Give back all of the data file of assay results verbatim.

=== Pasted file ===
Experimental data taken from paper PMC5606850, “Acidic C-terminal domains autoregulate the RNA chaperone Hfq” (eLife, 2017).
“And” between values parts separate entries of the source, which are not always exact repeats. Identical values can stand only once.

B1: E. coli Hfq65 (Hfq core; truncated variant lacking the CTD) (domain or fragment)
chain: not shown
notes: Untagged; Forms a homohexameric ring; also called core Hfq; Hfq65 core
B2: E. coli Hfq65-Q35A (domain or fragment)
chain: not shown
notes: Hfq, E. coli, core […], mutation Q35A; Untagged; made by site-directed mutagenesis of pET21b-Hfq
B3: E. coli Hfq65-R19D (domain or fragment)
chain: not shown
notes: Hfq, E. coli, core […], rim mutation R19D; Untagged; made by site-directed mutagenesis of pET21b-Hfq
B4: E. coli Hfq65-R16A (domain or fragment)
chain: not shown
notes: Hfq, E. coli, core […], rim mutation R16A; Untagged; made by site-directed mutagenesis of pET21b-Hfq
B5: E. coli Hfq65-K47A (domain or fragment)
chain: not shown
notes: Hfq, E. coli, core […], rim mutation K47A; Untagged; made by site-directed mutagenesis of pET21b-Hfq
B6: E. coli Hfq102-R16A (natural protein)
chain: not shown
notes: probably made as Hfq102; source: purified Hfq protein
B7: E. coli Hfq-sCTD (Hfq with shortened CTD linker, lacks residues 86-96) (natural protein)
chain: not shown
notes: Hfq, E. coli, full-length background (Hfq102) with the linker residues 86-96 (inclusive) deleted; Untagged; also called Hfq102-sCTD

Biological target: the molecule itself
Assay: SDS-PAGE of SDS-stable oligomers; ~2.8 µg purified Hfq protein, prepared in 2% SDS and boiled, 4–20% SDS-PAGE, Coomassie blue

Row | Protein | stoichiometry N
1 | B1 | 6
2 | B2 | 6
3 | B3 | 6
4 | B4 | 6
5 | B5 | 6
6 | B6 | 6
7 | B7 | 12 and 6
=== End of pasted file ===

Experimental data taken from paper PMC5606850, “Acidic C-terminal domains autoregulate the RNA chaperone Hfq” (eLife, 2017).
“And” between values parts separate entries of the source, which are not always exact repeats. Identical values can stand only once.

B1: E. coli Hfq65 (Hfq core; truncated variant lacking the CTD) (domain or fragment)
chain: not shown
notes: Untagged; Forms a homohexameric ring; also called core Hfq; Hfq65 core
B2: E. coli Hfq65-Q35A (domain or fragment)
chain: not shown
notes: Hfq, E. coli, core […], mutation Q35A; Untagged; made by site-directed mutagenesis of pET21b-Hfq
B3: E. coli Hfq65-R19D (domain or fragment)
chain: not shown
notes: Hfq, E. coli, core […], rim mutation R19D; Untagged; made by site-directed mutagenesis of pET21b-Hfq
B4: E. coli Hfq65-R16A (domain or fragment)
chain: not shown
notes: Hfq, E. coli, core […], rim mutation R16A; Untagged; made by site-directed mutagenesis of pET21b-Hfq
B5: E. coli Hfq65-K47A (domain or fragment)
chain: not shown
notes: Hfq, E. coli, core […], rim mutation K47A; Untagged; made by site-directed mutagenesis of pET21b-Hfq
B6: E. coli Hfq102-R16A (natural protein)
chain: not shown
notes: probably made as Hfq102; source: purified Hfq protein
B7: E. coli Hfq-sCTD (Hfq with shortened CTD linker, lacks residues 86-96) (natural protein)
chain: not shown
notes: Hfq, E. coli, full-length background (Hfq102) with the linker residues 86-96 (inclusive) deleted; Untagged; also called Hfq102-sCTD

Biological target: the molecule itself
Assay: SDS-PAGE of SDS-stable oligomers; ~2.8 µg purified Hfq protein, prepared in 2% SDS and boiled, 4–20% SDS-PAGE, Coomassie blue

Row | Protein | stoichiometry N
1 | B1 | 6
2 | B2 | 6
3 | B3 | 6
4 | B4 | 6
5 | B5 | 6
6 | B6 | 6
7 | B7 | 12 and 6